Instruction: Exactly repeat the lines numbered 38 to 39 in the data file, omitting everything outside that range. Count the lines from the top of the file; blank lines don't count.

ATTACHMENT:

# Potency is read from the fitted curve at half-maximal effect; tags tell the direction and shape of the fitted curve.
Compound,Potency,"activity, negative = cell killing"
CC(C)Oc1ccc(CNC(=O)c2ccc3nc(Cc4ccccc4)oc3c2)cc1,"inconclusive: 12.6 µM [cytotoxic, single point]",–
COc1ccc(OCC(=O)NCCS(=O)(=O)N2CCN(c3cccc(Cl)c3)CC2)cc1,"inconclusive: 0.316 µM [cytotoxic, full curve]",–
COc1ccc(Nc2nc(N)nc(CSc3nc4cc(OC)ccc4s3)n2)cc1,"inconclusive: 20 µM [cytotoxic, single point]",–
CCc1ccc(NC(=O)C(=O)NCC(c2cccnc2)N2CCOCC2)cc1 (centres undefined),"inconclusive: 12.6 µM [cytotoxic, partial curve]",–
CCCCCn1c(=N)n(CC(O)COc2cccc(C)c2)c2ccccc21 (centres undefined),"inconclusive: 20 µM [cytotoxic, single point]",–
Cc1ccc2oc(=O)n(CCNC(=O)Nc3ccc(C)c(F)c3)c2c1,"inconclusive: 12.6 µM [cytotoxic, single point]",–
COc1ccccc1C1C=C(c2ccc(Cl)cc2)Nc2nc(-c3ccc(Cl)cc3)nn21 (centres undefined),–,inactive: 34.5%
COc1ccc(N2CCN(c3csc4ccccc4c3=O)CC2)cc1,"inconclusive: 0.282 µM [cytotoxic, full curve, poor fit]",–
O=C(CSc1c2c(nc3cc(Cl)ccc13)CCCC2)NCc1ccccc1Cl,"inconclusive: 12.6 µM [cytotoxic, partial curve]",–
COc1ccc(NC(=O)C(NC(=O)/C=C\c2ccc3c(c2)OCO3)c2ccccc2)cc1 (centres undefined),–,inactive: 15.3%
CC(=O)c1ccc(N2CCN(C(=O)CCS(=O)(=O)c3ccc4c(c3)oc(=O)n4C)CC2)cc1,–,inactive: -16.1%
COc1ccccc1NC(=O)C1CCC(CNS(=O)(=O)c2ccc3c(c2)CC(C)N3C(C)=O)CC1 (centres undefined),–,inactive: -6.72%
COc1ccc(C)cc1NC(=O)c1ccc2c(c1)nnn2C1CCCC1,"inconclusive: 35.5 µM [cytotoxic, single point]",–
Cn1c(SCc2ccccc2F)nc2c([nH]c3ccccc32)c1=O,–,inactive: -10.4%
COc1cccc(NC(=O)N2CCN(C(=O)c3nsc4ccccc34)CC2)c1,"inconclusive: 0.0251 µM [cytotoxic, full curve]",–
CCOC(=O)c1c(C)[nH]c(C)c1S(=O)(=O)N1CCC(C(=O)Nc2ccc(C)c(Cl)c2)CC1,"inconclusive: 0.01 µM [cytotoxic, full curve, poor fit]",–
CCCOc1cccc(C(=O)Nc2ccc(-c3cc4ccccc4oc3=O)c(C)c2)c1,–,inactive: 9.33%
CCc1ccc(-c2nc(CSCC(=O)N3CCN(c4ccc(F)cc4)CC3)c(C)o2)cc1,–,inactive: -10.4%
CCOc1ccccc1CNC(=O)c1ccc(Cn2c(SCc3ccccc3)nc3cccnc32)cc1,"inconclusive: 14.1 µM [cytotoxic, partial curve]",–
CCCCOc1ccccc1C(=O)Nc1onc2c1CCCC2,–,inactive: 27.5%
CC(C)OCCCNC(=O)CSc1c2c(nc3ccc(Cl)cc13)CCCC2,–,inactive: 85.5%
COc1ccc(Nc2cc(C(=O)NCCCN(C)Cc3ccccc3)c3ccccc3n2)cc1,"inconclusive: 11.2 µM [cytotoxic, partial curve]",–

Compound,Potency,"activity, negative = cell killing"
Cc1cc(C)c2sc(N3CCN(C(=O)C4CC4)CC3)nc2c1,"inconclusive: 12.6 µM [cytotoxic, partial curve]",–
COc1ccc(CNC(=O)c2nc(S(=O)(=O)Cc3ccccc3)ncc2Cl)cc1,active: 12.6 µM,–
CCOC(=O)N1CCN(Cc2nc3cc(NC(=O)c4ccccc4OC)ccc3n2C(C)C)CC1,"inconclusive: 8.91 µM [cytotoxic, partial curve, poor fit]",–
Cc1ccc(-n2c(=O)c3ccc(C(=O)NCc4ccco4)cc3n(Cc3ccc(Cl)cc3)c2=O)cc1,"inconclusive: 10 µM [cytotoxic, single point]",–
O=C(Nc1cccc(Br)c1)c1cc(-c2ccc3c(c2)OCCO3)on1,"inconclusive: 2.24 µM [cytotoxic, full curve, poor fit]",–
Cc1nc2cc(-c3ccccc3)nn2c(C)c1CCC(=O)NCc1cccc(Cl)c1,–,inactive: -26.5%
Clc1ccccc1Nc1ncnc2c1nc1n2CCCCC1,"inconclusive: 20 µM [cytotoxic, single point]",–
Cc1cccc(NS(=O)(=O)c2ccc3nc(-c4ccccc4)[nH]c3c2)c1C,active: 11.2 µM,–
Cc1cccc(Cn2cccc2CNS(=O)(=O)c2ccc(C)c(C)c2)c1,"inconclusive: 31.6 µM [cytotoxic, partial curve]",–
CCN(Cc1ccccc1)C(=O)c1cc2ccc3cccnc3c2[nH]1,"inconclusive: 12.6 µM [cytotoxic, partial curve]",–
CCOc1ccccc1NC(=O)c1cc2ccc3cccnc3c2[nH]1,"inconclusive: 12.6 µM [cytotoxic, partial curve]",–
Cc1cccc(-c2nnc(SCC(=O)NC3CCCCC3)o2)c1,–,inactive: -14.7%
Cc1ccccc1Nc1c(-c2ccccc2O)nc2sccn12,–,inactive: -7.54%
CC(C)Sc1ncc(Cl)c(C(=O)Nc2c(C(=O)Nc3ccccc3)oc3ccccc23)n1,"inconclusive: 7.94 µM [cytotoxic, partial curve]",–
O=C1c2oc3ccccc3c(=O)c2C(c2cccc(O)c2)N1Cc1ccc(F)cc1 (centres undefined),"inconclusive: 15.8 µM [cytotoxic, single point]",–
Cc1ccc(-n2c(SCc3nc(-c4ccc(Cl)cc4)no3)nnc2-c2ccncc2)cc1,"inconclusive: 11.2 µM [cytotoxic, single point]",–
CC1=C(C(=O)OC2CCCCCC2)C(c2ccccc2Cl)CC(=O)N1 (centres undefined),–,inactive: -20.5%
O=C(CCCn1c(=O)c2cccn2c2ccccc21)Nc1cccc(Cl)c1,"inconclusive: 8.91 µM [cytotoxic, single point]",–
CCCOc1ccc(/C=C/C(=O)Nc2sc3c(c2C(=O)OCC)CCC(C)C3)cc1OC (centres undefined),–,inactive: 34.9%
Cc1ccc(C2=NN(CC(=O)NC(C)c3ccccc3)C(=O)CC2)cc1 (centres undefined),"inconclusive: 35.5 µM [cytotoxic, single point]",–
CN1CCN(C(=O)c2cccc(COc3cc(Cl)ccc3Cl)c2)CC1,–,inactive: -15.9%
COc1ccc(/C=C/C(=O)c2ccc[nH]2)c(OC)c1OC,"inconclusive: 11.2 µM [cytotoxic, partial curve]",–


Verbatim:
Cc1ccccc1Nc1c(-c2ccccc2O)nc2sccn12,–,inactive: -7.54%
CC(C)Sc1ncc(Cl)c(C(=O)Nc2c(C(=O)Nc3ccccc3)oc3ccccc23)n1,"inconclusive: 7.94 µM [cytotoxic, partial curve]",–